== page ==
- Related Games:
- Boomerang X
Boomerangs and other assorted flying discs don’t get the love they deserve in video games. But that may actually be because there hasn’t quite been a game that truly shows off such a potentially impressive weapon (sorry, Ty the Tasmanian Tiger). Boomerang X, as its name implies, is a game devoted to such a weapon and might seem a little like a one-note action game, but it’s one hell of a note to focus on.
Boomerang X drops players in with little explanation. There’s some implied lore with some big-ass caterpillars and it appears as though the protagonist is a mummy for some reason, but those are props that sit alongside the star of the show: the razored boomerang. That’s all that matters and the game doesn’t force players to absorb anything else.
The razor-rang starts off as a simple ranged tool meant to throw at the game’s dumb, slow enemies. Throwing and recalling the weapon are basic functions and feel decent enough thanks to the sound design. It’s not to the legendary level of throwing the Leviathan Axe in God of War, but it gets the job done.
Zoom and boom
Boomerang X does not truly take off until the player gets the ability to zoom to the boomerang and this simple upgrade dramatically changes the gameplay loop. Dashing around lends mobility that wasn’t previously there and allows for a deeper, more kinetic game. Instead of just running around and lining up targets, players are now able to essentially fly around and set up trick shots in a way begging to be featured in a YouTube highlight reel. Thankfully, there is a small time-slowing mechanic that lets mere mortals actually hit shots instead of bouncing around with a pathetically low accuracy rating.
Like Insomniac’s Spider-Man games, Titanfall 2, or Just Cause 4, just the simple act of moving around is a blissful experience. Using a weapon for traversal and combat in such a manner is unique and fast enough to be rewarding in its own right. Players can also instantly stop while in the air with the push of a button, which adds some much-needed fine-tuning to the movement system.
But the game’s move set isn’t just limited to throwing the weapon in question. New abilities unlock in every level, further adding new tools to the player’s repertoire. While charging throws and slowing down time are the most ubiquitous, the special powers are a bit more strategic. For example, defeating multiple enemies with one throw unlocks a short-range magic blast while getting multiple kills with a special move gives players a quick sniper-like laser shot. Chaining together aerial kills also makes the player explode upon landing. This steady drip of abilities seems to give just enough variation to the combat, but it remains to be seen how many of them it can pile on and stay fresh.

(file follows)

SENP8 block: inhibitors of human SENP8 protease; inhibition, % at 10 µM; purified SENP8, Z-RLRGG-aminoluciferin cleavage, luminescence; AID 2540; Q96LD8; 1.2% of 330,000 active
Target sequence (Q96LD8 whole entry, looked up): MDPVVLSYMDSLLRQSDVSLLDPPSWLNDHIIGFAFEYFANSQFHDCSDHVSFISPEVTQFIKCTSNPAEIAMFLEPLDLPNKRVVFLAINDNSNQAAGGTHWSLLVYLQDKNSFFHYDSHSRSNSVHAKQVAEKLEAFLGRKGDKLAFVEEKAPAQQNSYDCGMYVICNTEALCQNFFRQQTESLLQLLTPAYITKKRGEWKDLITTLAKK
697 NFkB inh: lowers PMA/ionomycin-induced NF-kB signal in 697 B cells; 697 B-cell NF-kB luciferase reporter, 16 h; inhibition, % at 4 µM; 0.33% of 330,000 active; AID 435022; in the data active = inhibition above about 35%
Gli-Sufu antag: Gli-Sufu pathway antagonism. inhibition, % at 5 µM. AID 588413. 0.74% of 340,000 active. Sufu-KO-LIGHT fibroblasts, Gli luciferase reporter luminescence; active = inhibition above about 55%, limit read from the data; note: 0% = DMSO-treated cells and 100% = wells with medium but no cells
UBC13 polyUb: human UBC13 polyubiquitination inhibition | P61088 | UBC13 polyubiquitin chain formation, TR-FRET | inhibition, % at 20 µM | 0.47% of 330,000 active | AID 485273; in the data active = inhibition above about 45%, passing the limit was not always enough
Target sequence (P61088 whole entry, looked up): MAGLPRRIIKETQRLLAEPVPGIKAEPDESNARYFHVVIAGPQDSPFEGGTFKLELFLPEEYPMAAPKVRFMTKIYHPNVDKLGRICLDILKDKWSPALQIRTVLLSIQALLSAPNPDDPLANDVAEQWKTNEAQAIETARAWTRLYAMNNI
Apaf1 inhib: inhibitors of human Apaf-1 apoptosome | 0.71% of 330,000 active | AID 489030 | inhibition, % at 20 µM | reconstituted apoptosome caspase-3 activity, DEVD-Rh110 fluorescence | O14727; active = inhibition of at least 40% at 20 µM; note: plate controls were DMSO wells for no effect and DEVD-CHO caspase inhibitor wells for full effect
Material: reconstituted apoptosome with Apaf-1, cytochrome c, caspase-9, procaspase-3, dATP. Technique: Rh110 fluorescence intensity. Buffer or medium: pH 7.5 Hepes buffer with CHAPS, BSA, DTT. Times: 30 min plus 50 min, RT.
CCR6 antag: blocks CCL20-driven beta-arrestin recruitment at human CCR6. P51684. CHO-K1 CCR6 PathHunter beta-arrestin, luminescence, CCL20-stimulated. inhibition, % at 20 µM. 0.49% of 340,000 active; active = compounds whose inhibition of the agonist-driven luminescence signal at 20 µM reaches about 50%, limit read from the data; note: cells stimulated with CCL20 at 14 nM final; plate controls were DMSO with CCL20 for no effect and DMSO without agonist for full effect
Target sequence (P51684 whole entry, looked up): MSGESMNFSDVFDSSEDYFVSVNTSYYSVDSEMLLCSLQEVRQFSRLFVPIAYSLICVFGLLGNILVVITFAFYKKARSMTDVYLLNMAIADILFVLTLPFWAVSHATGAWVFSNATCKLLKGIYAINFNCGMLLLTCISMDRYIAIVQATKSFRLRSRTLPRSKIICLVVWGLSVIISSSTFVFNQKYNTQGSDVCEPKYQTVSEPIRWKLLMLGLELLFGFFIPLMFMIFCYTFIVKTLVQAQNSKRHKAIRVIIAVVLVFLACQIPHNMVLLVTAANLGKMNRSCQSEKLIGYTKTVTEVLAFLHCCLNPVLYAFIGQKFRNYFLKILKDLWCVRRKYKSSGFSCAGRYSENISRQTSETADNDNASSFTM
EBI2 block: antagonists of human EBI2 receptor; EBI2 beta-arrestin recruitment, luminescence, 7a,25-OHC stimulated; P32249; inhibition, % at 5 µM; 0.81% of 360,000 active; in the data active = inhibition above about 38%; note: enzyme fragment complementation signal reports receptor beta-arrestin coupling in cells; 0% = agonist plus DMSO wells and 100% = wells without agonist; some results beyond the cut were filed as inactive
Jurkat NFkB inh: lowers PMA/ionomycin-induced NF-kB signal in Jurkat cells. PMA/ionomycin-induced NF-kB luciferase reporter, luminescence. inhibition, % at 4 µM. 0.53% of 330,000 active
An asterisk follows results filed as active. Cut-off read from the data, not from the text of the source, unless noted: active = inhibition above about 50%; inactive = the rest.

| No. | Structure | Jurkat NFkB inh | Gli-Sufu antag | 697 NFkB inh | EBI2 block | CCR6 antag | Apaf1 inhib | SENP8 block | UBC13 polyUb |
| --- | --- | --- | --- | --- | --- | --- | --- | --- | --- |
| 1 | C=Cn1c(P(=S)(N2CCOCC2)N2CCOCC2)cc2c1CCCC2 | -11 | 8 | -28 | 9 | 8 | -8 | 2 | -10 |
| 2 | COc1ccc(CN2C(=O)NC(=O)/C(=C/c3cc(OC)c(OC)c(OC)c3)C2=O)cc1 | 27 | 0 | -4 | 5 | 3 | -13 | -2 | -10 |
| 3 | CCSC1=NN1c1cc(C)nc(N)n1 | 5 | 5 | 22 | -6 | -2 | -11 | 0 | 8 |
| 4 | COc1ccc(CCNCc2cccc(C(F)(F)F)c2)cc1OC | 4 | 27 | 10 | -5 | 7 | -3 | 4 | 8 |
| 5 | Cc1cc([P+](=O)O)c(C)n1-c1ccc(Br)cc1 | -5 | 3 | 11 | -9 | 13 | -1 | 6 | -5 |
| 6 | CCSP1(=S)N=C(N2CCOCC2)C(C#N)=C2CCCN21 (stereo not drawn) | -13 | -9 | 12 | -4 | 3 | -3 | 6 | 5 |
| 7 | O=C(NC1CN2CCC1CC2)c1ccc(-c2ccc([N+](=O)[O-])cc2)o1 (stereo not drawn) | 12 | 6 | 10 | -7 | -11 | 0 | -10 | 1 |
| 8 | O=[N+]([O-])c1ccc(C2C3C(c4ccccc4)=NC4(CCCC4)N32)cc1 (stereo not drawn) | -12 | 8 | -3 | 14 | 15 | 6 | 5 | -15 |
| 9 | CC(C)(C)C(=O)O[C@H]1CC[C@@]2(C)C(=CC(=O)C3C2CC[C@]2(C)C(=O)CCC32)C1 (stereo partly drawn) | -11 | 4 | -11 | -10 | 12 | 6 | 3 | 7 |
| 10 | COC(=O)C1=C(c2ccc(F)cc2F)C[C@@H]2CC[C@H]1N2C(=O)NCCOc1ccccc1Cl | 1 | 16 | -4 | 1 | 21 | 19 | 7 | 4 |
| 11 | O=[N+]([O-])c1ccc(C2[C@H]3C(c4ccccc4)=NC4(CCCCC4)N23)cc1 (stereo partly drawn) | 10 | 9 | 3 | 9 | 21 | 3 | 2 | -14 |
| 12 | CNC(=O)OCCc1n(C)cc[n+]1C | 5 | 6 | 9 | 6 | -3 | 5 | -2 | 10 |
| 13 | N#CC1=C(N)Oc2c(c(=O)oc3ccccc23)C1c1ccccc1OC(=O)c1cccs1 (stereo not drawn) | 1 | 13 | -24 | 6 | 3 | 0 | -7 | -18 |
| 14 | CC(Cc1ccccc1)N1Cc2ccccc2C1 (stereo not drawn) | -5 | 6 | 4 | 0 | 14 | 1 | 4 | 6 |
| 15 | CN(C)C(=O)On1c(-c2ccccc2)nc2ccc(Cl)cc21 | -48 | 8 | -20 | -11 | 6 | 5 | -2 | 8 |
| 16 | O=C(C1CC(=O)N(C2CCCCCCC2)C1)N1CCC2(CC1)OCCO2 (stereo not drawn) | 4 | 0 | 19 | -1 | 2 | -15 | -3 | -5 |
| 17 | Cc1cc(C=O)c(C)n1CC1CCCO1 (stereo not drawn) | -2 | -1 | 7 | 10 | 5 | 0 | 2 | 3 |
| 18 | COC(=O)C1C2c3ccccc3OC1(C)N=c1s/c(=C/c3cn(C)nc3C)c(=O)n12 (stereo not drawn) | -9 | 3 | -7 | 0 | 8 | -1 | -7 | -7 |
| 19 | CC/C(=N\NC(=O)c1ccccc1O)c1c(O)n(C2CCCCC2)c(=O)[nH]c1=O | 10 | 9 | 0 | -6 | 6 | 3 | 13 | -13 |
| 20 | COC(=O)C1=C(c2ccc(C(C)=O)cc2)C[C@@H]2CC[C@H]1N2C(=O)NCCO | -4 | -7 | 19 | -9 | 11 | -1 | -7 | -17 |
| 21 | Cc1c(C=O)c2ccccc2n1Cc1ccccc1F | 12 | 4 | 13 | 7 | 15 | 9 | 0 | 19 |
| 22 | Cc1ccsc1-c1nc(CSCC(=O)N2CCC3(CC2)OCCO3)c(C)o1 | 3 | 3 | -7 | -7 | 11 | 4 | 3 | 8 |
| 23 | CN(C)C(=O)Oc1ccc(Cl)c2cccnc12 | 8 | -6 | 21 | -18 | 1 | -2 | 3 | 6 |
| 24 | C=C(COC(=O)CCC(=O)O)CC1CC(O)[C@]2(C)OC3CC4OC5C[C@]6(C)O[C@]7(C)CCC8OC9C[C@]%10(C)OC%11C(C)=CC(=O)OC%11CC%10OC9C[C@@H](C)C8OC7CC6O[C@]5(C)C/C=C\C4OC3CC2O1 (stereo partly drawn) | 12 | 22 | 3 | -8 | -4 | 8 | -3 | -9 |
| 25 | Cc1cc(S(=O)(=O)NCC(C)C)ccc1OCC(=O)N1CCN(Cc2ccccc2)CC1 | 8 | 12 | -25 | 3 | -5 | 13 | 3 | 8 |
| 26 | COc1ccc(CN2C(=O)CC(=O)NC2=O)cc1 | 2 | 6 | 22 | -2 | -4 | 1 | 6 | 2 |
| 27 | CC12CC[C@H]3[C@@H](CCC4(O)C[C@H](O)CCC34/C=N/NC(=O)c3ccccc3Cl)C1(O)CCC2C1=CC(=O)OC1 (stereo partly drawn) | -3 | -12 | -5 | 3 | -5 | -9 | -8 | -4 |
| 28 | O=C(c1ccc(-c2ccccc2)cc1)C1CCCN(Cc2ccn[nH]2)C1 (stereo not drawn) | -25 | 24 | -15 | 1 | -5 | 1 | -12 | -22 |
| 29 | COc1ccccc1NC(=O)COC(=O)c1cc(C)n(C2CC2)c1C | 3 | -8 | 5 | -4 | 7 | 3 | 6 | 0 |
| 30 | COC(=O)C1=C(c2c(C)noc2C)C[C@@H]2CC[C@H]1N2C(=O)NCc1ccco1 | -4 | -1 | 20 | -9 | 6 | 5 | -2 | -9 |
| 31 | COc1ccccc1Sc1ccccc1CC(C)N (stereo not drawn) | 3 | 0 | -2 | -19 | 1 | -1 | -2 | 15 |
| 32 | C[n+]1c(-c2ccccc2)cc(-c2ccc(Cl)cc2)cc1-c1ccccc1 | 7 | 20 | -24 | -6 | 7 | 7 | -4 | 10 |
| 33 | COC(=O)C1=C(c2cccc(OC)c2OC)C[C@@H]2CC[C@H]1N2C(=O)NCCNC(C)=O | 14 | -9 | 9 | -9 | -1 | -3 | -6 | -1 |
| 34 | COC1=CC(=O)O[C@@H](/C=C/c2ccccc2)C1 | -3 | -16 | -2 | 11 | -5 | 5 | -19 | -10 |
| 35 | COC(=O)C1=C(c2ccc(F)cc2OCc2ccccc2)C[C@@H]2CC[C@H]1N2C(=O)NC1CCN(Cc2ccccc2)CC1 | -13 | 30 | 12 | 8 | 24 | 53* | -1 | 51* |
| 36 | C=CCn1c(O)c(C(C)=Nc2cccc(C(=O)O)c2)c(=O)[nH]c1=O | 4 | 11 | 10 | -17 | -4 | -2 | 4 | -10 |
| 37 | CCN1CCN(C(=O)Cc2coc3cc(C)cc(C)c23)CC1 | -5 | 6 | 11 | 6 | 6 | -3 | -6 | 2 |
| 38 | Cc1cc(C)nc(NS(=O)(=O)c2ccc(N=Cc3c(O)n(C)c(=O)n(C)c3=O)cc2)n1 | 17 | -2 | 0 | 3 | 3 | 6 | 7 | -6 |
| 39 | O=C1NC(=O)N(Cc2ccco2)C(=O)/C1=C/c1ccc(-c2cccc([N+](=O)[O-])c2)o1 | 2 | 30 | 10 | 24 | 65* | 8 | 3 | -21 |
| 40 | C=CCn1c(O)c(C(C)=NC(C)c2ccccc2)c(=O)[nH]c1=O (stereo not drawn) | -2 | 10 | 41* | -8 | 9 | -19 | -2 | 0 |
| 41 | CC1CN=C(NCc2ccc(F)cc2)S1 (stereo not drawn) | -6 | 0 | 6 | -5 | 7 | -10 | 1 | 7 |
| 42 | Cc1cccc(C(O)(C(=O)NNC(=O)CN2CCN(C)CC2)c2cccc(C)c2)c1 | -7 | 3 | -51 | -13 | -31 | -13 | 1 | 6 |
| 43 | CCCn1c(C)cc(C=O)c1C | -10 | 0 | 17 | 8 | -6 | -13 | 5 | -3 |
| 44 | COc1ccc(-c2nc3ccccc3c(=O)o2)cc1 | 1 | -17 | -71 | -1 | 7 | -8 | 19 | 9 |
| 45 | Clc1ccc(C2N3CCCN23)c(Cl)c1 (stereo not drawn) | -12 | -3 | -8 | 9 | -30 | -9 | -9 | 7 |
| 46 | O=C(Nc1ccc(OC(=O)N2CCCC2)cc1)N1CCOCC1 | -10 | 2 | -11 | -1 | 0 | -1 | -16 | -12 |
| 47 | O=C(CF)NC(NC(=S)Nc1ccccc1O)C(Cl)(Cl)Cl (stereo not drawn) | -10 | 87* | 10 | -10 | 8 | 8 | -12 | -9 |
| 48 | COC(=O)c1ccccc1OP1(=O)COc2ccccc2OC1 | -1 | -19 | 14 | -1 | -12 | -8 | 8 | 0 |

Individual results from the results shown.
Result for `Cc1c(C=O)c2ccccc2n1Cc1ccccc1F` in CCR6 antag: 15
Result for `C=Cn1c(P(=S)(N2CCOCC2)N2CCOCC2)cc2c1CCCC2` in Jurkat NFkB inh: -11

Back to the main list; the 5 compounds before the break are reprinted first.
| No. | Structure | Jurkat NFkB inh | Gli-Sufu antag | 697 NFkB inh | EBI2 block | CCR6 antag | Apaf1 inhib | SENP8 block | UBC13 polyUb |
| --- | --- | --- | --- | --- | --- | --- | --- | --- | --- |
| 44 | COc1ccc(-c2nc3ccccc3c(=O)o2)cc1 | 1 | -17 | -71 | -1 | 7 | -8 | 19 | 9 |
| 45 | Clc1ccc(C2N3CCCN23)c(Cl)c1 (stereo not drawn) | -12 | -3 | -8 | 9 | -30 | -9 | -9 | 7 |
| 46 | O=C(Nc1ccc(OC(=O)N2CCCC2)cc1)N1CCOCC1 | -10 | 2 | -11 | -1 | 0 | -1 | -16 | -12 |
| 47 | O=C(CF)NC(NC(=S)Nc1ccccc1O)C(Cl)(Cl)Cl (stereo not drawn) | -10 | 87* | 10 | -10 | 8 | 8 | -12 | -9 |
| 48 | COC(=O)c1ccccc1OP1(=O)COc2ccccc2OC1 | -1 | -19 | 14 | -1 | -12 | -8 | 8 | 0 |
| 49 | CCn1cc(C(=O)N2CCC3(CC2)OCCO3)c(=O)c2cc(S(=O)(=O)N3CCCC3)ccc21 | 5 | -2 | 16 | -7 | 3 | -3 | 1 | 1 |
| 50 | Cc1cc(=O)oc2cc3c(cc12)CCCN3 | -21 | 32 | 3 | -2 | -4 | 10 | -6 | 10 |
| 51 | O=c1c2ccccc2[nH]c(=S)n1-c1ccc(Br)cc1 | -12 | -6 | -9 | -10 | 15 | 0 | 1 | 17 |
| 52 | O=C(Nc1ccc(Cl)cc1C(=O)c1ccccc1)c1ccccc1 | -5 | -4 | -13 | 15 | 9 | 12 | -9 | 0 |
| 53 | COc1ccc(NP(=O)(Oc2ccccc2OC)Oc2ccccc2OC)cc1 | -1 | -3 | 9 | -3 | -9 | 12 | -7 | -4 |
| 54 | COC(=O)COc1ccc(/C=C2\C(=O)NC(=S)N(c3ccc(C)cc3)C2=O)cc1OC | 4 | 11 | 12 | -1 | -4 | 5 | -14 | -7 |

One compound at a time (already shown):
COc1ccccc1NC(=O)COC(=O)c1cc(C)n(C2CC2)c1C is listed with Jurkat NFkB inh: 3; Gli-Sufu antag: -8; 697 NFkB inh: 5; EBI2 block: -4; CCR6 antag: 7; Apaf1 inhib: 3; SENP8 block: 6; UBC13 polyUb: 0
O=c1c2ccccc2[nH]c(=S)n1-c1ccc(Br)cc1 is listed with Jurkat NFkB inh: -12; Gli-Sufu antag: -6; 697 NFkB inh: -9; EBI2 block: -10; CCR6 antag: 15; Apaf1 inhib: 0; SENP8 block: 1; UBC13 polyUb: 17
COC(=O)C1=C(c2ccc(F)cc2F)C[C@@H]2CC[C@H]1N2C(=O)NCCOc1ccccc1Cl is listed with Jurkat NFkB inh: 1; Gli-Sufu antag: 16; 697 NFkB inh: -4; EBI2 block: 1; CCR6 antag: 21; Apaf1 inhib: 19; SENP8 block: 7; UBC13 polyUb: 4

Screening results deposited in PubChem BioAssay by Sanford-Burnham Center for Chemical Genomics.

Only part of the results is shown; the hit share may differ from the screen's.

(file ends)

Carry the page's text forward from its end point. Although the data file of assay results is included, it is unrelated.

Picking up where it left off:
A first-person boomer
Boomerang X’s combat scenarios also grow with the move set and are meant to take advantage of these movements. Each stage has a handful of large arenas that range from tall cylinders of death to wide coliseums. Waves of blobby foes crowd in and the player can progress once all waves have been vanquished. The blobs get more complicated as the levels go on with different weak spots that require alternate techniques to kill.
The AI is pretty slow and dumb at first, but it’s less about the challenge of taking down individual foes and more about handling the hordes and constantly moving to avoid environmental hazards and tougher foes. Standing still spells death after the introductory levels, which is a way of enforcing that players take advantage of its movement abilities. It’s a simple setup and repeats over and over with little variation.
But the lack of variation is where Boomerang X seems to be undercutting its potential. The suite of agility-focused traversal moves beg for platforming segments that put those moves in a different context and break up the pace from the constant battling. Without any other sort of gameplay system, it’s all combat, all the time. The combat is relatively strong because of its breakneck pace, but it remains to be seen how long that can persist given how limited the game’s scope is.
These perceived problems likely aren’t enough to completely stop Boomerang X’s momentum because throwing the titular weapon is such a blast. Zipping around is a simple joy that’s aided by sharp controls and the combat gives players an excuse to exercise said controls, even if it seems to be only combat. It still has to prove itself in some areas, but most of its edges are sharp enough at this stage to be a game worthy of coming right back to when it fully releases.